Even at its best, war must always be an ugly and brutal business. But, owing to the ideal of chivalry, humanity in a war was possible in the Middle Ages in Europe. In those old days, a battle was a matter of personal hand-to-hand combat and was fought mainly by knights. A Christian knight was bound by the laws of chivalry. He had an ideal of conduct, set before him, and took solemn religious vows of devotion to God, loyalty to his king, personal chastity, courtesy to women, honor, truthfulness, and justice; and he swore to protect the weak and oppressed, and never to use his sword in an unrighteous cause. Such conduct was called “chivalrous”.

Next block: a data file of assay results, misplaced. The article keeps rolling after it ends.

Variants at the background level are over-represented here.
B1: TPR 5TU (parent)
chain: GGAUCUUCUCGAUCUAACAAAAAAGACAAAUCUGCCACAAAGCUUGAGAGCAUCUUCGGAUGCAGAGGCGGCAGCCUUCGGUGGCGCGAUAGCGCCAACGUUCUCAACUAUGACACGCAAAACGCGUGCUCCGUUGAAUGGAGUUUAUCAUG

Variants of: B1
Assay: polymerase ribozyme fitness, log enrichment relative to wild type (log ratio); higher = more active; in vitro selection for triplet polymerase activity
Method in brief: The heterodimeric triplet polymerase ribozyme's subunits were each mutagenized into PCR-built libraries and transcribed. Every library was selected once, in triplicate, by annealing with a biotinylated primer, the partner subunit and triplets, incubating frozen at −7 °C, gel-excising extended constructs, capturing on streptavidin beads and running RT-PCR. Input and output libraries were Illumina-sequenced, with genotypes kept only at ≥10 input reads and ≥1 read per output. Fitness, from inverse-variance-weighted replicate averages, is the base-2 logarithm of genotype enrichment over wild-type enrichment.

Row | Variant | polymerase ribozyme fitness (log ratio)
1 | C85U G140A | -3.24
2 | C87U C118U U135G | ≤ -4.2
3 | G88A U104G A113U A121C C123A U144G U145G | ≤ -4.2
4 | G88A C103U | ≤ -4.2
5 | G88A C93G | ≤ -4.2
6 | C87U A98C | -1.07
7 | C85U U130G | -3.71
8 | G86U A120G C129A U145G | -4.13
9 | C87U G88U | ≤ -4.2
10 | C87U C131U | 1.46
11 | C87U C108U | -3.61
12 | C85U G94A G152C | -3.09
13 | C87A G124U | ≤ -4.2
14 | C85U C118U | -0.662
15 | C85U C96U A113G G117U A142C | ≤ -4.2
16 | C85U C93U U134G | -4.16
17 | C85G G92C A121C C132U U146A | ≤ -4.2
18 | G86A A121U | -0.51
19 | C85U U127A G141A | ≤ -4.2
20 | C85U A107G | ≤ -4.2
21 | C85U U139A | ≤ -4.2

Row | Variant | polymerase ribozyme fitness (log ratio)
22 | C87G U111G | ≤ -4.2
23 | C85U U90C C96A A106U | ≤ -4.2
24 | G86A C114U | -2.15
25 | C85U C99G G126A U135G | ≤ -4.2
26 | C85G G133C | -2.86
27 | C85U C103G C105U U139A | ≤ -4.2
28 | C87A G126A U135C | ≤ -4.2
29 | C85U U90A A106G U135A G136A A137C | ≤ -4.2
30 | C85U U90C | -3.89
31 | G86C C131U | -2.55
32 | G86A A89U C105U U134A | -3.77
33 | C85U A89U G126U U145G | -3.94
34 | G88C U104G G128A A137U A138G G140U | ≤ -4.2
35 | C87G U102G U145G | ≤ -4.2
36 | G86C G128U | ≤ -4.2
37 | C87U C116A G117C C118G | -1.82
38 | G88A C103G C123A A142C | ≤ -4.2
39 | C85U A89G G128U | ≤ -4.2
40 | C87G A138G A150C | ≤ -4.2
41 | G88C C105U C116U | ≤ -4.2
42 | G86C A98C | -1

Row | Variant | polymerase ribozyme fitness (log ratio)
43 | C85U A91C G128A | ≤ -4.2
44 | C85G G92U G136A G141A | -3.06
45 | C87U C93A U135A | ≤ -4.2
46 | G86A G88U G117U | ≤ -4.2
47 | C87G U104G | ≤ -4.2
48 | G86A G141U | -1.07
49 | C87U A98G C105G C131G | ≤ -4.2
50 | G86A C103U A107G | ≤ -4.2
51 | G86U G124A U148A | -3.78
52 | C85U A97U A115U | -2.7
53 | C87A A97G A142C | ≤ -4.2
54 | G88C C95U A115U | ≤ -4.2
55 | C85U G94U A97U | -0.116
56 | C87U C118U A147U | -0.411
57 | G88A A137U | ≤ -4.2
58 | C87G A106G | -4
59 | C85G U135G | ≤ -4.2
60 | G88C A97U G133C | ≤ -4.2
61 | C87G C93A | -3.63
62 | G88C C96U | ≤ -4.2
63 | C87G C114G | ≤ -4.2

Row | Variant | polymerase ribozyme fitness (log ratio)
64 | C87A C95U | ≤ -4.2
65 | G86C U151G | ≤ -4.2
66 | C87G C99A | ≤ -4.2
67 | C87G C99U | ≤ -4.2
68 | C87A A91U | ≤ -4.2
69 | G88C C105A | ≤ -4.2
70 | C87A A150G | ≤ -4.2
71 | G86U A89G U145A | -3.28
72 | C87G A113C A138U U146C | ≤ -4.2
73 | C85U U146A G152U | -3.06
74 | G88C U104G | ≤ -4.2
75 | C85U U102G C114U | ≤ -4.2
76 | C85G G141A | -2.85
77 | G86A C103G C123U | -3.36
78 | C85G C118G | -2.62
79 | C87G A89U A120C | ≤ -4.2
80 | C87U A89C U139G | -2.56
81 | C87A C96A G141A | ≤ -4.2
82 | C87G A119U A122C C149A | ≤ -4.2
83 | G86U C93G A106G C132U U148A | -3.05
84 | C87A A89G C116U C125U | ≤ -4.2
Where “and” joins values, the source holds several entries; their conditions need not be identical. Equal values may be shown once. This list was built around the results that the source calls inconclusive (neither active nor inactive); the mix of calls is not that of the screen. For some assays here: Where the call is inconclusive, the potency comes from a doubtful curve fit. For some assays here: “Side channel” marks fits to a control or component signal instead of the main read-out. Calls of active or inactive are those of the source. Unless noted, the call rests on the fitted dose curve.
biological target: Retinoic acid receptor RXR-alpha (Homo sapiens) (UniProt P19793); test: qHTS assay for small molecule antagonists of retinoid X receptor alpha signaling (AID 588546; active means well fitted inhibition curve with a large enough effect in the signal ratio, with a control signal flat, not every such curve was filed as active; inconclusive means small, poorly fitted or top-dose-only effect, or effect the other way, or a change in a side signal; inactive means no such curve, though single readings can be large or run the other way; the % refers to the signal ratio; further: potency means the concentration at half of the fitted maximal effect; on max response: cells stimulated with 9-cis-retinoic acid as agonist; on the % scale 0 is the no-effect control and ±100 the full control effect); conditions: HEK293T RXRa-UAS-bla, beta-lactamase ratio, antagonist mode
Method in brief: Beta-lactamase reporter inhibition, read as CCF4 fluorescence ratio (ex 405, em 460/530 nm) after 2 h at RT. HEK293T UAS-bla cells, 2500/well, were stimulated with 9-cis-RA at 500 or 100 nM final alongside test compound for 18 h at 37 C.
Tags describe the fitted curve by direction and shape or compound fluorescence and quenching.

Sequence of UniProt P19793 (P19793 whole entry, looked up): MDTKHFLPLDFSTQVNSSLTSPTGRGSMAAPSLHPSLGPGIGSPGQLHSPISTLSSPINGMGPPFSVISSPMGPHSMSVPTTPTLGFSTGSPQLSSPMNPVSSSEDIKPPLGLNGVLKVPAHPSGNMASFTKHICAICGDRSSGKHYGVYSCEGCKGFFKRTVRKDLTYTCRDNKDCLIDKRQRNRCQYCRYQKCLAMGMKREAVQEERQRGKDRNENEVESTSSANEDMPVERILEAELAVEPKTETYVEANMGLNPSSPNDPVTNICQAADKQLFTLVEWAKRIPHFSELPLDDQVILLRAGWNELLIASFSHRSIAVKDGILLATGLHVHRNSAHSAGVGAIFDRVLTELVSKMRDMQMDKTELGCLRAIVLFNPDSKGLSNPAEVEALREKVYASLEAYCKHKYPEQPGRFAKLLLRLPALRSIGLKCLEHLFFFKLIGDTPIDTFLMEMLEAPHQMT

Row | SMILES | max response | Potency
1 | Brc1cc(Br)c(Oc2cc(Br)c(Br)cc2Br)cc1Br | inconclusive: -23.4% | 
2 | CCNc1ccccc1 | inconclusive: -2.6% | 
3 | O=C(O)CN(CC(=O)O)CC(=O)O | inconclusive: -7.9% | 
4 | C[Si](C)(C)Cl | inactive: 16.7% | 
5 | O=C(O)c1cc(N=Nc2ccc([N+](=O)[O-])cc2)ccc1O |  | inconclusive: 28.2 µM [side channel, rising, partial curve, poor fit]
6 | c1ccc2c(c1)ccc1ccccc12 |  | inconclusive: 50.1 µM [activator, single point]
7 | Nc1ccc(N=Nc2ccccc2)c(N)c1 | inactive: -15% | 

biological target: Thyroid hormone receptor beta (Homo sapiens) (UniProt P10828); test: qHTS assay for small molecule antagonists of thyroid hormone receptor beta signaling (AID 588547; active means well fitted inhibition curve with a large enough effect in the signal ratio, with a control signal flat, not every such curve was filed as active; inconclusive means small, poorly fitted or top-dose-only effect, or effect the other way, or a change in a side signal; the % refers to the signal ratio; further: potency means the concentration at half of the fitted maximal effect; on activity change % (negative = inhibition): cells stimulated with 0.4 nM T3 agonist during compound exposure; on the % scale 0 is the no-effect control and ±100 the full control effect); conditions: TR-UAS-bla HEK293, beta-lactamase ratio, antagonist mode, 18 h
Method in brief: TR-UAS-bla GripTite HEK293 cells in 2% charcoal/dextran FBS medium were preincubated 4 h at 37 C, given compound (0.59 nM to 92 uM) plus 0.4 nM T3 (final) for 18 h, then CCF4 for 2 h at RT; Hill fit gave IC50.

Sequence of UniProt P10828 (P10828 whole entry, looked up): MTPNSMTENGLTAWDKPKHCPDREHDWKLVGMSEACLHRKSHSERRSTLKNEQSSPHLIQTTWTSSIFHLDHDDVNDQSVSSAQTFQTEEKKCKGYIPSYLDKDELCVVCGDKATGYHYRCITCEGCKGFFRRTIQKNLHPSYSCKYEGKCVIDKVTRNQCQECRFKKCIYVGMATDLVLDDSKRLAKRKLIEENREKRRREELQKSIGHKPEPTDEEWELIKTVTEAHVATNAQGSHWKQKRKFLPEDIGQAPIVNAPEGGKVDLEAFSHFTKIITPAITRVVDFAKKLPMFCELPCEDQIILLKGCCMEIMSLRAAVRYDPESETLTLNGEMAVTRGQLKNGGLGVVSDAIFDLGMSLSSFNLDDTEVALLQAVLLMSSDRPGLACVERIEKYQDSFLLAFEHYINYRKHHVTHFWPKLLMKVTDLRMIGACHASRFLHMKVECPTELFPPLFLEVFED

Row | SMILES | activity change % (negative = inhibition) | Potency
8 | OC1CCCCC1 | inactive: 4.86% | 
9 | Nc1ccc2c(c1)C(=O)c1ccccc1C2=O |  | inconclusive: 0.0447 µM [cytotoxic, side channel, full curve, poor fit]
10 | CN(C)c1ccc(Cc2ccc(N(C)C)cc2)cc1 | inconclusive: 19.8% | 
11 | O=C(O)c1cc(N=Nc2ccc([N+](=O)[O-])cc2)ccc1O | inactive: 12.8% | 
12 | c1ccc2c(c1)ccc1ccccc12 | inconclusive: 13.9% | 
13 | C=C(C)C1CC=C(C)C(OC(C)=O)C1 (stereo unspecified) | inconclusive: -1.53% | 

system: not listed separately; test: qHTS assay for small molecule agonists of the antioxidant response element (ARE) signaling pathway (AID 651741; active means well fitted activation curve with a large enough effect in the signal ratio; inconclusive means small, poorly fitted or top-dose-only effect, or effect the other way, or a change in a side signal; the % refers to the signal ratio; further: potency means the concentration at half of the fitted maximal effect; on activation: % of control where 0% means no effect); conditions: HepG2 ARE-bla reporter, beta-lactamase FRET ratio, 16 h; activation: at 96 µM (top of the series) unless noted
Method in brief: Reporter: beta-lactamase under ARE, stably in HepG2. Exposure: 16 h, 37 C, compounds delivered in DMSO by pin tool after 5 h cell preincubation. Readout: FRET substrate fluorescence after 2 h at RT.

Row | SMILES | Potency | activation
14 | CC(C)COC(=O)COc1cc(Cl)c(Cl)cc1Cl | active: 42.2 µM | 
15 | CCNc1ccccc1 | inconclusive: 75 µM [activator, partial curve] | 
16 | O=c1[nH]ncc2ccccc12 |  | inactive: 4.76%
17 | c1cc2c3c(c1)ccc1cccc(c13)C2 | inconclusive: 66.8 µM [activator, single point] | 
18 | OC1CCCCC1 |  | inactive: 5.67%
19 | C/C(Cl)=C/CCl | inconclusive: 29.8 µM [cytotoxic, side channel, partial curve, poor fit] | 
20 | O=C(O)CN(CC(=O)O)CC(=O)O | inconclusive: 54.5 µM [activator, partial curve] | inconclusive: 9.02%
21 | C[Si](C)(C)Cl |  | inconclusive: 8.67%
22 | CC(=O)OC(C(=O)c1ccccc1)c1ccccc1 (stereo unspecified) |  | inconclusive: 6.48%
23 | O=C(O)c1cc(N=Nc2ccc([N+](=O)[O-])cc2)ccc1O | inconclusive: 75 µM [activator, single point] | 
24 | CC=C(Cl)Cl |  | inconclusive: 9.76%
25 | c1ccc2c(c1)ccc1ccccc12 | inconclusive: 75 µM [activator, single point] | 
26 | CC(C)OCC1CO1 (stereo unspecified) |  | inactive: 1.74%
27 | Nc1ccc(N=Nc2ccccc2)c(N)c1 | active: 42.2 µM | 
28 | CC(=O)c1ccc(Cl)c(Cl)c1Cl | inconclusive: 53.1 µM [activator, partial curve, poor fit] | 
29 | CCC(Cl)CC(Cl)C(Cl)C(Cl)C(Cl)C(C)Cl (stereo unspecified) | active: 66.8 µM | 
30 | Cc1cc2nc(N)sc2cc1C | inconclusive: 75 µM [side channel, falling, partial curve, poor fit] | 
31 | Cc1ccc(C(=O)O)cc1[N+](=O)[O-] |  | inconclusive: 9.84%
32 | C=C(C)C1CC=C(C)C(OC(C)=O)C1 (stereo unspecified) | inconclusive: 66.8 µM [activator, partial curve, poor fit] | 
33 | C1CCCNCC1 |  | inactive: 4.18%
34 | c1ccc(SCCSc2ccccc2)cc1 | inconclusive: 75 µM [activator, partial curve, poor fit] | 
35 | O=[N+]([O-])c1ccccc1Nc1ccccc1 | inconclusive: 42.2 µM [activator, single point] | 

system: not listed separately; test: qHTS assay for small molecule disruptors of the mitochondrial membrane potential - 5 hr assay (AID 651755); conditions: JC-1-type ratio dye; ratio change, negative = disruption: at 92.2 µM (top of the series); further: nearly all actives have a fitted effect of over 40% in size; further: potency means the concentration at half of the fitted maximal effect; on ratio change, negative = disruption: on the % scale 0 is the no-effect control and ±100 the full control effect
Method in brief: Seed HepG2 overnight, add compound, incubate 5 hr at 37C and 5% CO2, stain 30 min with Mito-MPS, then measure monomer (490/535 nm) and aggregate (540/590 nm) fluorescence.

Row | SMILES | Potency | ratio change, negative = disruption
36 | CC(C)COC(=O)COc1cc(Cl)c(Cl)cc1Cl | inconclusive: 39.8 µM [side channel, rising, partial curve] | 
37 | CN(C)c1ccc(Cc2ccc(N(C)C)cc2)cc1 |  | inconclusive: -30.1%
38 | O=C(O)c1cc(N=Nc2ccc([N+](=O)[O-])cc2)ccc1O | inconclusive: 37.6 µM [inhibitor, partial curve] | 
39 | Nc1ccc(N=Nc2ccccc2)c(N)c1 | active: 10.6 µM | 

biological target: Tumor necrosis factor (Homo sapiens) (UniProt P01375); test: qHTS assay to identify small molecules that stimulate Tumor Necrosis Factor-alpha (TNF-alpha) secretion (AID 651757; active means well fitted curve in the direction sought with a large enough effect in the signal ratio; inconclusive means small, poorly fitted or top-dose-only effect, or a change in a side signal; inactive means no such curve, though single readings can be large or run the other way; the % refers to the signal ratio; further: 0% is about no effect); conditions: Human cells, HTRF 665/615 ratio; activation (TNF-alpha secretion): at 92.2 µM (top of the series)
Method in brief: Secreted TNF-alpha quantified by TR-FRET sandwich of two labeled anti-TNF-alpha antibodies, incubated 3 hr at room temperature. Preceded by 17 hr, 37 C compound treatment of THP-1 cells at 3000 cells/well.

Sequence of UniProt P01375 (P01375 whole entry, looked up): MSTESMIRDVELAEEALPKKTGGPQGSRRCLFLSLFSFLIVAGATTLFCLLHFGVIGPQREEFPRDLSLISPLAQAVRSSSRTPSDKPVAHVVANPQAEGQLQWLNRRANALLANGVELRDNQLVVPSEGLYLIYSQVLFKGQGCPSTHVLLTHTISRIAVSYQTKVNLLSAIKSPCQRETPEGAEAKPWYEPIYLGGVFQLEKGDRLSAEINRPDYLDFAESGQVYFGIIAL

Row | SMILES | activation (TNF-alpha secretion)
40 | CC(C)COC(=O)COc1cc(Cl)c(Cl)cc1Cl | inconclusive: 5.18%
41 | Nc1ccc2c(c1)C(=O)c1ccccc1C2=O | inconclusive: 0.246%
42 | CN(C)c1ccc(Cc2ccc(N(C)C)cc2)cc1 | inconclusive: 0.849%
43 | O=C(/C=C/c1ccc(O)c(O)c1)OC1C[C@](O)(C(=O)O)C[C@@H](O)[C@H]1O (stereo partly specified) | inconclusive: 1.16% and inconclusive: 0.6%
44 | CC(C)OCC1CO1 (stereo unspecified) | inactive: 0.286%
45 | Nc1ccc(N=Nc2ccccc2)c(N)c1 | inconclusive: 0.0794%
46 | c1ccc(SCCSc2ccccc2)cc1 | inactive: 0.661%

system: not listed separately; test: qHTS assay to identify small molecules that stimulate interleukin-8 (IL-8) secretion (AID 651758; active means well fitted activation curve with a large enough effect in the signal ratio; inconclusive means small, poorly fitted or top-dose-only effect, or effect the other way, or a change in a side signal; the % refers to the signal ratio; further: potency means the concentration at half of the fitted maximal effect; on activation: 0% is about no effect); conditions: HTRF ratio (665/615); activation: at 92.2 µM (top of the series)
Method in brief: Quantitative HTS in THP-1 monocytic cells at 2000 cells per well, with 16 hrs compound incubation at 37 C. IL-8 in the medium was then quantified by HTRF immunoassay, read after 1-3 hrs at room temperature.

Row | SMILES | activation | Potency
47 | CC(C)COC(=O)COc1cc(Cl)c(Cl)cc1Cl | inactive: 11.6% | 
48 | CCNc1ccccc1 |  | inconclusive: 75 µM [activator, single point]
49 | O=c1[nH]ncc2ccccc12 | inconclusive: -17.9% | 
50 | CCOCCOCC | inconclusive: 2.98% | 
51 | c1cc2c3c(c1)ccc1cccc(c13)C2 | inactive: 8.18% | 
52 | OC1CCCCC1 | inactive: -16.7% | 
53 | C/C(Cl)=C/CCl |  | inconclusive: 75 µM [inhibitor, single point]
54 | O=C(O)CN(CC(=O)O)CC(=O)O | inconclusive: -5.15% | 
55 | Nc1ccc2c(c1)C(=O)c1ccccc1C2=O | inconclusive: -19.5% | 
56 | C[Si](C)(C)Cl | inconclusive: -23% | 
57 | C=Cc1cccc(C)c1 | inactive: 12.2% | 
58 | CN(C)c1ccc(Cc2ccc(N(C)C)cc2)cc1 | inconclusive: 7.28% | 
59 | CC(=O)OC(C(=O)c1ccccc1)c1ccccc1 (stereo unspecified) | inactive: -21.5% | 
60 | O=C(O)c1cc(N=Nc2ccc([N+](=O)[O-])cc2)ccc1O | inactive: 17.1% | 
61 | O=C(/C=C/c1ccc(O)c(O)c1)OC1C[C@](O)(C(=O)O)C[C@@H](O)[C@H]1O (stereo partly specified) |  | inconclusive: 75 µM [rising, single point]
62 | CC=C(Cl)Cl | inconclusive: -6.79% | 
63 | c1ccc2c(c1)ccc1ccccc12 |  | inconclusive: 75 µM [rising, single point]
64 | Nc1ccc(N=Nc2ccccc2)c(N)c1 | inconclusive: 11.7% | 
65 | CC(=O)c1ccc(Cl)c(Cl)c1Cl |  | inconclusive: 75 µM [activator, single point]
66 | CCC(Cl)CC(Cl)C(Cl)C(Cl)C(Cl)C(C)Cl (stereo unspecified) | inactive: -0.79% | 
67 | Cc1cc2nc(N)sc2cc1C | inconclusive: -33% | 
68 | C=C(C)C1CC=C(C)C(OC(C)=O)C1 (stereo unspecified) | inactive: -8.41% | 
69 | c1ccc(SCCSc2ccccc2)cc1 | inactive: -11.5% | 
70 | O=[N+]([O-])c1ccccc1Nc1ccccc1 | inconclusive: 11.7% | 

The need of humanity:
A true knight would, of course, fight bravely and fiercely in a battle against his foes, and would do his best to conquer or kill them. But he observed certain rules of honor in fighting. As a good sportsman observes the rules of the game he plays. These rules included the spring of noncombatants, mercy to a fallen foe, and courtesy towards and protection of the women of the enemy. No true knight would maltreat or insult women, or slay innocent citizens, or hit a man when he was down.